Sunday, October 01, 2006

The Supreme Court's gerrymandered certiorari jurisdiction

CAAF's opinion in Loving is subject to review by the Supreme Court because it grants extraordinary relief. If, however, CAAF had denied relief, it wouldn't have fallen with the Supremes' certiorari jurisdiction. This is just one example of how the Supremes' certiorari jurisdiction is gerrymandered to generally favor the government.

The Supreme Court's certiorari statute puts four kinds of military justice cases within the Supremes' reach: (1) death penalty cases; (2) cases certified to CAAF by a Judge Advocate General; (3) cases in which CAAF granted a petition for review; and (4) “Cases, other than those described in paragraphs (1), (2), and (3) of this subsection, in which the Court of Appeals for the Armed Forces granted relief." 28 U.S.C. 1259. This fourth category can be translated to "cases in which CAAF has granted exraordinary relief."

The government enjoys an enormous advantage under this jurisdictional scheme. EVERY CCA opinion that favors the accused can go to the Supremes if the JAG certifies it to CAAF. On the other hand, the many cases in which the CCA rules for the government but where CAAF denies appellant's petition for grant of review cannot. See also UCMJ art. 67a ("The Supreme Court may not review by a writ of certiorari under this section any action of the Court of Appeals for the Armed Forces in refusing to grant a petition for review."). The Supremes' certiorari jurisdiction rule for extraordinary writ cases is also tilted toward the government. It is certainly true that the government is SOMETIMES (though very rarely) the petitioner in a military extraordinary writ case. Indeed, the case that established the CCAs' extraordinary writ jurisdiction arose from a goverment petition. See Dettinger v. United States, 7 M.J. 216 (C.M.A. 1979). But certainly the accused is the successful extraordinary writ petitioner far more often than is the government, while the accused is also an unsuccessful extraordinary writ petitioner far more often than the government. Under 28 U.S.C. 1259(4), the government can seek cert in almost every writ case it loses at CAAF (like Loving), while avoiding further review in almost every writ case it wins at CAAF.

There can be little doubt that this outcome was intentional. The DOD pushed for the Supremes' certiorari jurisdiction over CMA cases in the Military Justice Act of 1983 because it was unhappy with many Fletcher-era CMA rulings, but had no practical means to challenge them. While an acccused who lost before CMA could often seek collateral review in the Article III courts, the government could not.

Certiorari review has not proven to be particularly beneficial to the accused in the military justice system. Ryder v. United States, 515 U.S. 177 (1995), appears to be the only defense victory among the cases that have gone to the Supremes for plenary consideration under 28 U.S.C. 1259 -- and the relief in that case wasn't meaningful (which may help to explain why the accused prevailed). I am aware of only one case in which an accused actually received meaningful relief as the result of 28 U.S.C. 1259 -- United States v. Goodson, 22 M.J. 22 (1986) (per curiam), which the Supremes had GVRed for further consideration in light of Smith v. Illinois, 469 U.S. 91 (1984).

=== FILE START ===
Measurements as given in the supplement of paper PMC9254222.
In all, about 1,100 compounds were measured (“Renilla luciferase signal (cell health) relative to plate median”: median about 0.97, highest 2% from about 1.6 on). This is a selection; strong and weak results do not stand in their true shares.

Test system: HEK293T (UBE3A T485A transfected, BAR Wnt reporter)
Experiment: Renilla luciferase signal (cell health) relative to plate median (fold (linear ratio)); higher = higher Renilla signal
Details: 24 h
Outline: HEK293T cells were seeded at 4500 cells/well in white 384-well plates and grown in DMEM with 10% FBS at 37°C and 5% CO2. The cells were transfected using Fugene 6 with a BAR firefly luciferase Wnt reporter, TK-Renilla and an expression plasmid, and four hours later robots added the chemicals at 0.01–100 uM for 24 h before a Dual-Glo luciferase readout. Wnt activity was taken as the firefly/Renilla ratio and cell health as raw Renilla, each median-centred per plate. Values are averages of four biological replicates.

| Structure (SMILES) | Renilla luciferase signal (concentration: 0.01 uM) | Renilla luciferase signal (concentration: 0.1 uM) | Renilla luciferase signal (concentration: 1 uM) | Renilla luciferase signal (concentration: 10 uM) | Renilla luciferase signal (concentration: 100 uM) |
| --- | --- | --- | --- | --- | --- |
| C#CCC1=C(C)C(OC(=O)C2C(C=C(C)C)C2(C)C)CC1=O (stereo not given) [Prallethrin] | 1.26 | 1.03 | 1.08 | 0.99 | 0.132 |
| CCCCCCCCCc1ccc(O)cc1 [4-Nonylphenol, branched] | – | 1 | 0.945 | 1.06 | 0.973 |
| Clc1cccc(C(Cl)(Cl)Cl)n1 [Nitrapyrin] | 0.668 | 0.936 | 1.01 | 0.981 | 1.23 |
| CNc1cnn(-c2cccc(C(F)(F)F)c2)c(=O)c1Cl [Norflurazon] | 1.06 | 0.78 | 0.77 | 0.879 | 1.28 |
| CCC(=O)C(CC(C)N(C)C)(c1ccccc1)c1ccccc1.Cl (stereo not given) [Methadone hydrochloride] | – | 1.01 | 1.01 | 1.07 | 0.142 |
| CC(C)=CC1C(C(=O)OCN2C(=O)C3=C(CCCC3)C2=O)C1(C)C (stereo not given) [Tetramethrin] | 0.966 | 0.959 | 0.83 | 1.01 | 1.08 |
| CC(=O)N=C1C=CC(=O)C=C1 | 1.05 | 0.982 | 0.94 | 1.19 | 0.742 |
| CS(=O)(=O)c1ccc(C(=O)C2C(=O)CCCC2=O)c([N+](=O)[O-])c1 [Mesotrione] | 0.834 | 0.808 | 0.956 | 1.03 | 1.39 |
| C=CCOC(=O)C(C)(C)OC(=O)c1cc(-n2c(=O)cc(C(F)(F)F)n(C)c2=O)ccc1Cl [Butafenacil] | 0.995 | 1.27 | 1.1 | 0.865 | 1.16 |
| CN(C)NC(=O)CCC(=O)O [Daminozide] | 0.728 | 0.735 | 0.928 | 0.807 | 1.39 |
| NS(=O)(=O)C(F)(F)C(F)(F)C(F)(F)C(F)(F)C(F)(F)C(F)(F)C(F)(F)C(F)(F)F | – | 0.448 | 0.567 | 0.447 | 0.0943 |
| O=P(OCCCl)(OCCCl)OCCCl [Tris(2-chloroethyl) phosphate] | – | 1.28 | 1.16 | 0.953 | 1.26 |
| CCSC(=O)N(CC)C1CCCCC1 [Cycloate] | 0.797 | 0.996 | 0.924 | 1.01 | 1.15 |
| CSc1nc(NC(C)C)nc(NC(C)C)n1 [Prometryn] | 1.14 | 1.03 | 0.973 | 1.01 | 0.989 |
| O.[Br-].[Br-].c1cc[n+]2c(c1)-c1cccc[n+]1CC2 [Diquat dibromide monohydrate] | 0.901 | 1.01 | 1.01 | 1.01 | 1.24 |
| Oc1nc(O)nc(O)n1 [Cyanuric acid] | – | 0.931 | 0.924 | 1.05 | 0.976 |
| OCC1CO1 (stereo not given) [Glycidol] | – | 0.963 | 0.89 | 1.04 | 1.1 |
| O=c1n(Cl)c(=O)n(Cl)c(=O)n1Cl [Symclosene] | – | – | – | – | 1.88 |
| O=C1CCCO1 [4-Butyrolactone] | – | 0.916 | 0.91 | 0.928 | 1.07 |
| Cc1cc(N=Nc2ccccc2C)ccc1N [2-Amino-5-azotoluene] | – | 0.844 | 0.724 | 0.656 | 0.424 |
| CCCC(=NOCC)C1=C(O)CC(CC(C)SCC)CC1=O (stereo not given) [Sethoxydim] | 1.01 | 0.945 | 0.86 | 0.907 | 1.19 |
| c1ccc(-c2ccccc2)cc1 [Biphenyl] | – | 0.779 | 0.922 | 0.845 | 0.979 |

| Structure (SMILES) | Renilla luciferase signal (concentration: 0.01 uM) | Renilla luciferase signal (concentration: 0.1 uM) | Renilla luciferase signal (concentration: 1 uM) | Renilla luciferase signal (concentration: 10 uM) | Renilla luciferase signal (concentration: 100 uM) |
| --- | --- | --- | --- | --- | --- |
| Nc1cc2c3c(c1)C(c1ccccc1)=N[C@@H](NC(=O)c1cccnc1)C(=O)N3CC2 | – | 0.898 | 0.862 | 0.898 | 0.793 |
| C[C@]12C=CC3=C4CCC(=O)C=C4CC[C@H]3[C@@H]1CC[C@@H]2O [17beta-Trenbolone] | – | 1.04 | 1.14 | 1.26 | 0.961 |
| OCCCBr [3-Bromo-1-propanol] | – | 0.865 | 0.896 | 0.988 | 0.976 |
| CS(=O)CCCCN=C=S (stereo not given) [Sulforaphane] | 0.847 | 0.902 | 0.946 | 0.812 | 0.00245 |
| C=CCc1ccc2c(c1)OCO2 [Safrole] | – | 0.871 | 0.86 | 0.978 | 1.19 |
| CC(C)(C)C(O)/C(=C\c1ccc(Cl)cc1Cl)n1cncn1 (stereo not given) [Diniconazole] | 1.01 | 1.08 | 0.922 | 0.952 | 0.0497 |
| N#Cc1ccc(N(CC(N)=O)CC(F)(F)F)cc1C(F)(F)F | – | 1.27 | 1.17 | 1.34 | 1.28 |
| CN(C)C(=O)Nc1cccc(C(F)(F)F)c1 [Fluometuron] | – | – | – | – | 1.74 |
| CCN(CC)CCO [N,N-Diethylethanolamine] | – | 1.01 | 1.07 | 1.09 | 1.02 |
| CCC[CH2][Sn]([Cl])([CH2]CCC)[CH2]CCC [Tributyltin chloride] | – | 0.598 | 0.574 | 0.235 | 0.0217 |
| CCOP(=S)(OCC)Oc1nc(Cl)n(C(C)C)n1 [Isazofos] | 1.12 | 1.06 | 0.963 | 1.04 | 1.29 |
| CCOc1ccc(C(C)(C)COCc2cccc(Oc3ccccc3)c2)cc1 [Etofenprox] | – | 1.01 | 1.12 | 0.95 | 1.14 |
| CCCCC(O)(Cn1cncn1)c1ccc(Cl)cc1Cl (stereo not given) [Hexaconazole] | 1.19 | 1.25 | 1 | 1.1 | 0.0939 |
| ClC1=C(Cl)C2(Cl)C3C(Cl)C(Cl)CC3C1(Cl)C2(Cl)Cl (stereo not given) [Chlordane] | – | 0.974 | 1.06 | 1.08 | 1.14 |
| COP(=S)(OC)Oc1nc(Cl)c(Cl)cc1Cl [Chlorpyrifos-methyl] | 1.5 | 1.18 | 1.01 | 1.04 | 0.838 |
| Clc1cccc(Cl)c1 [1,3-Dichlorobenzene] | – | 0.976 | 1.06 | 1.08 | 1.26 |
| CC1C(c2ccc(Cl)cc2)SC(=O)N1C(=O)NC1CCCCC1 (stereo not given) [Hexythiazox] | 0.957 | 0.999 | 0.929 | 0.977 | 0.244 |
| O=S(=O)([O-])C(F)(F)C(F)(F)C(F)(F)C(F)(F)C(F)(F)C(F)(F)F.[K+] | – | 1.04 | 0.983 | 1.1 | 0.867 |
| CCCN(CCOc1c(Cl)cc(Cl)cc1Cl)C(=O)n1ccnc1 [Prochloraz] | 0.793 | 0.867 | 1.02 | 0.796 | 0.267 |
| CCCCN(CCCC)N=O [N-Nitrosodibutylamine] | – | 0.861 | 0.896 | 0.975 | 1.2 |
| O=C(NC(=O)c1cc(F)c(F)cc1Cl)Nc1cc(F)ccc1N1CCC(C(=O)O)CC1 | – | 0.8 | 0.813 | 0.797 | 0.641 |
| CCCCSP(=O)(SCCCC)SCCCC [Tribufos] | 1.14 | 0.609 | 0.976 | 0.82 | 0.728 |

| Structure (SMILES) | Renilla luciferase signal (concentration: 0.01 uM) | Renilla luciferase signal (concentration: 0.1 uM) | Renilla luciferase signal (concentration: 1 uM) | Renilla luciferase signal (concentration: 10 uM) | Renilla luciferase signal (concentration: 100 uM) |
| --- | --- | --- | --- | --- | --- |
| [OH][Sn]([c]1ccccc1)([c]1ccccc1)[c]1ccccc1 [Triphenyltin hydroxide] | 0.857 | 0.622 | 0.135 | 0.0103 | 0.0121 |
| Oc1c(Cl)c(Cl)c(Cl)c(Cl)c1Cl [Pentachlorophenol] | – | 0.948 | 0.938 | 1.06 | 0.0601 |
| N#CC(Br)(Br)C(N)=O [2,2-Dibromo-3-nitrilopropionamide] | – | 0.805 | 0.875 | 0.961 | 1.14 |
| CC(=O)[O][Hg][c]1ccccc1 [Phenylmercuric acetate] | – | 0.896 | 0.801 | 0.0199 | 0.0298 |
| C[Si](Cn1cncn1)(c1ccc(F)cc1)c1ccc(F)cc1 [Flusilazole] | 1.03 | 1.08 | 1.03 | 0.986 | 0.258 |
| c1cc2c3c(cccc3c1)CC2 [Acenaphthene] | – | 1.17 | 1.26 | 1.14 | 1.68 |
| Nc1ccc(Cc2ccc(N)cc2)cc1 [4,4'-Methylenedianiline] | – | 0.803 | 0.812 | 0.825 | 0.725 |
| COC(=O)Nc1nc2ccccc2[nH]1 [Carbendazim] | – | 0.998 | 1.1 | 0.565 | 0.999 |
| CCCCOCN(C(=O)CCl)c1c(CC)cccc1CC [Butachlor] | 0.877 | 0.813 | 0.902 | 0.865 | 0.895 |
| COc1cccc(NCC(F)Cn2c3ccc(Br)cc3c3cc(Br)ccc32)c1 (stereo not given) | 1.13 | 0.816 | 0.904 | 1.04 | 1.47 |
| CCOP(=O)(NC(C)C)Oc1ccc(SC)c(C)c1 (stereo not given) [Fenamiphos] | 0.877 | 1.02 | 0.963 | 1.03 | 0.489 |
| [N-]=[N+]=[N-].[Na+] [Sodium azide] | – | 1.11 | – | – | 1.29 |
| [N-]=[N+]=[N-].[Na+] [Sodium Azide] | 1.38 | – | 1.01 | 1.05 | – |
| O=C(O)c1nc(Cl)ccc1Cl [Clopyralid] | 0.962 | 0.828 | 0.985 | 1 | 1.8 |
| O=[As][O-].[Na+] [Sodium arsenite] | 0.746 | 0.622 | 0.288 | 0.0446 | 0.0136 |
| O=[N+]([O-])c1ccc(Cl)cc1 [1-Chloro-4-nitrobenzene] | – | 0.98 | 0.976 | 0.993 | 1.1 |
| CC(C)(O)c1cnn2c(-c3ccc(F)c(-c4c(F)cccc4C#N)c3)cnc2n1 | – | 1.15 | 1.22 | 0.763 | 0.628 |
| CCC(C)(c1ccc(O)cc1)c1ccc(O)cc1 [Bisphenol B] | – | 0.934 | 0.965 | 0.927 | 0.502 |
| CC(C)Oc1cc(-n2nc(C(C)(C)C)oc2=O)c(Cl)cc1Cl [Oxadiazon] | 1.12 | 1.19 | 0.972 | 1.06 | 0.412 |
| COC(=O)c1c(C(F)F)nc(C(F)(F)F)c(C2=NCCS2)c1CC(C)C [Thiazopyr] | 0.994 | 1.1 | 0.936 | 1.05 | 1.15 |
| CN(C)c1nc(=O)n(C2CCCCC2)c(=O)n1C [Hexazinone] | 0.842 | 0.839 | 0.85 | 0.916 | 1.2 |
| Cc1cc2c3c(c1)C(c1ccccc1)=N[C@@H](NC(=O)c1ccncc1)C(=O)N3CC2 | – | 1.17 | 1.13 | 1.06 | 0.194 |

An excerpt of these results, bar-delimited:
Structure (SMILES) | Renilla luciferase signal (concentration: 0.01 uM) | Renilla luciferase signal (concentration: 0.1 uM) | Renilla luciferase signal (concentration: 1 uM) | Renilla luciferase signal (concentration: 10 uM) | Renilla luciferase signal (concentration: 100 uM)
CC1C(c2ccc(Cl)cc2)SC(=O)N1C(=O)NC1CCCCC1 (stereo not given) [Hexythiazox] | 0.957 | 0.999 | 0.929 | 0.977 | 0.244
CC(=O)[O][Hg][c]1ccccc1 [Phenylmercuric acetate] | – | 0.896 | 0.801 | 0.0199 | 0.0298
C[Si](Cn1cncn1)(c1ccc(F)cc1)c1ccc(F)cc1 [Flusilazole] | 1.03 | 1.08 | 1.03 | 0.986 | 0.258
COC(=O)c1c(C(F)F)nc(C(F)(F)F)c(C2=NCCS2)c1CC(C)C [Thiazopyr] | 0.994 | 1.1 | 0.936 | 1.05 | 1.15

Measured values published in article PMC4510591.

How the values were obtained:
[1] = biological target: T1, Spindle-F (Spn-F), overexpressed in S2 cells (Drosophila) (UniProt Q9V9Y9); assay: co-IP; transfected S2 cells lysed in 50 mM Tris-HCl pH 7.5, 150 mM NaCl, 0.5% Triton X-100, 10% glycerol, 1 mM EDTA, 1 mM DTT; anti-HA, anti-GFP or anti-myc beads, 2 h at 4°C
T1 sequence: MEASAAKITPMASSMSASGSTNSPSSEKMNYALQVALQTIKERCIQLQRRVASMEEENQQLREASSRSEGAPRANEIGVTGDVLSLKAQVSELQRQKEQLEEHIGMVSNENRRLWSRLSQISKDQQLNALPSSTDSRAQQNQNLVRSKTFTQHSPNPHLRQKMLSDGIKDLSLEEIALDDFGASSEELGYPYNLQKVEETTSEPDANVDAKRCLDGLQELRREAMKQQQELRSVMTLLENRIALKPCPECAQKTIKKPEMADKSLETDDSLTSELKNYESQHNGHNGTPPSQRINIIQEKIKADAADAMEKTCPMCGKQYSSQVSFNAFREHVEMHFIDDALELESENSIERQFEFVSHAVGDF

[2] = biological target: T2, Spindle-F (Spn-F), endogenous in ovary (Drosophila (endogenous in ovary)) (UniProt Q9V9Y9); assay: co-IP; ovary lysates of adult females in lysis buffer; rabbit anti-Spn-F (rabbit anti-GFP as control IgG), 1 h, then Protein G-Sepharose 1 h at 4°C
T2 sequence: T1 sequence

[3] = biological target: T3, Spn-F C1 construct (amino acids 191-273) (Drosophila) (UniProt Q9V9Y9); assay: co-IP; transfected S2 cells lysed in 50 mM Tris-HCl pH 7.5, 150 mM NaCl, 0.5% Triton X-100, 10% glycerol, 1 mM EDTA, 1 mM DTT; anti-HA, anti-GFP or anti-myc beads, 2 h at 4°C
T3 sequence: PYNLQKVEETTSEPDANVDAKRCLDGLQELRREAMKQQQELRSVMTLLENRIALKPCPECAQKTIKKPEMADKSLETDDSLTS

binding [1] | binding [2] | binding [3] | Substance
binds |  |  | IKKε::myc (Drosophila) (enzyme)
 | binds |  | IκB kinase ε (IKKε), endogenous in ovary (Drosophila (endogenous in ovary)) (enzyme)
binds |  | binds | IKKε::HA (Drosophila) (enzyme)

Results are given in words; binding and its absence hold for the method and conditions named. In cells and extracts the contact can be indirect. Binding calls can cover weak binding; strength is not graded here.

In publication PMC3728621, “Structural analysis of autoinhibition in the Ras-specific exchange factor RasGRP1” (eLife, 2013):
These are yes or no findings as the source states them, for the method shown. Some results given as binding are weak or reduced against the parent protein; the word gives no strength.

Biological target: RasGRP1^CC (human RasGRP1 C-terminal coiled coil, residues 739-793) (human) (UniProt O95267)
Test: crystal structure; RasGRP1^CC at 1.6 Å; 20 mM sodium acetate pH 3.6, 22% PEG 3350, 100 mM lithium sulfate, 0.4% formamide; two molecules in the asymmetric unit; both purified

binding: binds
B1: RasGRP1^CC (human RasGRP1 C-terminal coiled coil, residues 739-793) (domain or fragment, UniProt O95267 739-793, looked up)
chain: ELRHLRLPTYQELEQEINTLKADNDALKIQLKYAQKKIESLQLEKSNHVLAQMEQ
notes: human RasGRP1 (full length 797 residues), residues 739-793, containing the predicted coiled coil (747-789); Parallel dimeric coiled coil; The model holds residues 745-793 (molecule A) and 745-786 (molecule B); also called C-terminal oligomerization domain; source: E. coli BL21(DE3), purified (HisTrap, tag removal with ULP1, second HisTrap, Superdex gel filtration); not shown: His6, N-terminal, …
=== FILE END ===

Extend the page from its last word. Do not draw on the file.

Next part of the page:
While expanding the Supremes' jurisdiction may prove unhelpful to the defense in practice, it would eliminate the appearance of gerrymandering in the government's favor. And to an individual aggrieved litigant, any chance of success if better than none.

This summer, the American Bar Association's House of Delegates adopted a recommendation urging Congress to "amend 28 U.S.C. § 1259(3) and (4) to permit discretionary review by the Supreme Court of the United States of decisions rendered by the United States Court of Appeals for the Armed Forces that deny petitions for review of courts-martial convictions or deny extraordinary relief." See generally http://www.abanet.org/crimjust/policy/am06116.pdf#search=%22american%20bar%20association%20equal%20justice%20for%20our%20military%22 (Report and Recommendation 116). And on St. Patrick's Day 2005, Representative Susan Davis introduced H.R. 1364, the Equal Justice for Our Military Act, which would expand the Supremes' certiorari jurisdiction over cases where CAAF denied extraordinary relief. It was referred to committee in April 2005, where it has apparently remained in hospice care since.

All of that said, I don't think the S.G. will use the government's gerrymandered cert jurisdiction to seek the Supremes' review of the Loving decision. Loving seems to be a fairly straightforward application of Wiggins. The only issue that might even tempt the S.G. is whether CAAF retains extraordinary writ jurisdiction after the Supreme Court has affirmed the case but before the President has finally approved the death sentence. The number of cases that issue affects, however, is sufficiently miniscule that I don't believe a cert petition is in the cards.

--Dwight Sullivan

2 comments:

Kathleen Duignan said...
This comment has been removed by a blog administrator.
gene fidell said...

For the record, NIMJ favors permitting the Supreme Court to review cases in which CAAF has denied either a petition for grant of review or a petition for an extraordinary writ. The current limitation should not have been enacted in the first place and should certainly be repealed now.